The Fifth Sunday of Lent – 29 March 2020
Lectionary Readings: Ezek 37:12-14; Ps 130:1-8; Rom 8:8-11; John 11:1-45
Theme: Those who believe in me … will live forever
On this last Sunday of Lent, before the solemn liturgical commemoration of the Passion, the voices of Ezekiel, the Psalmist, and Paul set the ambiance for John’s account of the raising of Lazarus, which leads to the decisive act of unbelief, the formal decision that Jesus must “die for the people” (NJBC, 969, #145).
Ezekiel speaks from exile in Babylon, “at the worst of times and the most decisive of times in Israel’s long history” (NJBC, 305). He recounts God’s crucial assurance for his people: “You shall know that I am the Lord (when I) open your graves and bring you back to the land of Israel” (Ezek 37:12). That promise of divine power is tempered with tender intimacy: “I shall put my spirit within you and you shall live” (v. 14). Psalm 130 reflects this steadfast love and power of the Lord to redeem, which enkindles hope.
In the passage taken from Romans, Paul brings exuberance to that hope. Twice he mentions the “Spirit who raised Jesus from the dead,” and three times he assures the Romans that this Spirit “dwells in you,” and finally, he states that this Spirit “will give life to your mortal bodies too” (Rom 8:11). These promises of opening graves and giving life to mortal bodies orient us to the sixth and greatest of Jesus’ “signs.” Brown comments that John uses the word “sign” to designate extraordinary deeds that manifest who Jesus is, his purpose, his glory, and his relation to the Father. Brown also notes the distinction between the resuscitation of Lazarus, restoring him to ordinary life, and resurrection to eternal life (Brown, 349-50).
The report of the raising of Lazarus is only two verses (John 11:43-44). The rest of this lengthy passage, developed almost entirely as dialogue, provides various perspectives on that central action, highlighting the meaning of it. Great attention is given to confirming that Lazarus is truly dead (vv. 6, 14, 17, 37, 39). Perkins states that Lazarus has been dead “for a long enough time that the rabbinic authorities would have said that the soul had left the vicinity of the body and decay would have set in” (NJBC, 969, #147). No one could question the fact that Lazarus has come back from death (NJBC, 150, #150).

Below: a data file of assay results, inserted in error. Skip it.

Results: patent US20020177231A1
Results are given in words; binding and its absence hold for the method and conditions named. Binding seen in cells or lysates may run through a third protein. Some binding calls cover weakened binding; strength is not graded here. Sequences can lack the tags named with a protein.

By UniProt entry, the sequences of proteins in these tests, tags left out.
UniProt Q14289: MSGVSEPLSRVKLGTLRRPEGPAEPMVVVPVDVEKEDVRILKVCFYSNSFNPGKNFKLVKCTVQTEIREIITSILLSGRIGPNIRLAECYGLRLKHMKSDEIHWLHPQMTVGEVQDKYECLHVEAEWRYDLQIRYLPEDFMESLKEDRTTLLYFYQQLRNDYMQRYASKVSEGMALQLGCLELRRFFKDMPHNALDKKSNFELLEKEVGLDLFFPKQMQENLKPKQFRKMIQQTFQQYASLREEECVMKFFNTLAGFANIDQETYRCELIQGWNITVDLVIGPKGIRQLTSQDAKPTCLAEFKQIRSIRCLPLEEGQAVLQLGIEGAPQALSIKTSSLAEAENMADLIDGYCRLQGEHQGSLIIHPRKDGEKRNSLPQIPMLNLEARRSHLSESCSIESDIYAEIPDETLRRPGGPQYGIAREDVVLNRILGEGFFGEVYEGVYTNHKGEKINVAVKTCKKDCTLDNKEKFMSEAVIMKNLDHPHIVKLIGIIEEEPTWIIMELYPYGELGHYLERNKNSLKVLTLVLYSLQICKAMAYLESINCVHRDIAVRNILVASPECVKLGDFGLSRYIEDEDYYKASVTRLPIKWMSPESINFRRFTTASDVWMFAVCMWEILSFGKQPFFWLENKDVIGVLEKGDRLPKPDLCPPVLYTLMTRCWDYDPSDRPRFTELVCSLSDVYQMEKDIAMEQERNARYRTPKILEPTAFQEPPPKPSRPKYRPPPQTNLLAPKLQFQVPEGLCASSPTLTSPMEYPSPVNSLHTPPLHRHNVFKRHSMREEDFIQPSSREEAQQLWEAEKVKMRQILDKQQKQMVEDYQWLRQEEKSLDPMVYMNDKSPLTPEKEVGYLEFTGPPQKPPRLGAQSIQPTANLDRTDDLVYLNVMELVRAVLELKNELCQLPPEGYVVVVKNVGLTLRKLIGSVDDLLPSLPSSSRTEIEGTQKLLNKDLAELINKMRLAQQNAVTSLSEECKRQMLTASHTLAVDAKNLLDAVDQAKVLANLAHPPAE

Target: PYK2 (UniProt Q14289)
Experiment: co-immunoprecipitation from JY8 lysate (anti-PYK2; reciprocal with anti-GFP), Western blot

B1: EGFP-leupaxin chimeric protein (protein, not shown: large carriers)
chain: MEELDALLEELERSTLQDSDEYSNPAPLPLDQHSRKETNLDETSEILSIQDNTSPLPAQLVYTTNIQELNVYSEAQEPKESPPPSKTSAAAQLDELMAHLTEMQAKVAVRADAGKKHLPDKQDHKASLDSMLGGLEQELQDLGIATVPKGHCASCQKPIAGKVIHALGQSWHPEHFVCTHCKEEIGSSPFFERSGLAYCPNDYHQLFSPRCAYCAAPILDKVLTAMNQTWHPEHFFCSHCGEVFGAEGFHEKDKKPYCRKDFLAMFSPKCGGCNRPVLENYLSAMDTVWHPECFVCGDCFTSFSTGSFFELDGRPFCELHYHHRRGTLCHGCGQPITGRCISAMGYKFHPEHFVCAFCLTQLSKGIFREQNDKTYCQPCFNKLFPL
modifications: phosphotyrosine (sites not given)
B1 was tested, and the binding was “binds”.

Lazarus’s illness is ultimately “so that the Son of God may be glorified” (John 11:4). As Jesus approaches the tomb, he prays, implying that what is about to happen manifests God’s power, not Jesus’ (JANT, 181) and Perkins remarks that this sign demonstrates that the Father has given power over life and death to the Son (cf. John 5:25; NJBC, 969, #146). Jesus discloses to Martha the new and key revelation regarding his identity: “I am the resurrection and the life; those who believe in me … will never die” (vv. 25-26).
John’s characteristic depiction of “the Jews” appears here in their sympathy (v. 36: “See how he loved him”), which gives way to their challenge (v. 37: couldn’t he “have kept this man from dying?”); yet, this passage concludes with “many of the Jews who … had seen what Jesus did, believed in him” (v. 45).
For Reflection and Discussion: 1. In this account of the raising of Lazarus, what speaks most to your faith, and why? 2. In what situation in your life, do you most need hope; what can nourish that hope?
Bibliography: Brown, R. An Introduction to the New Testament (New York, 1997); Brown, R. et al. The New Jerome Biblical Commentary (New Jersey: 1990); Levine, A.-J., Brettler, M. Z., The Jewish Annotated New Testament (New York, 2011).
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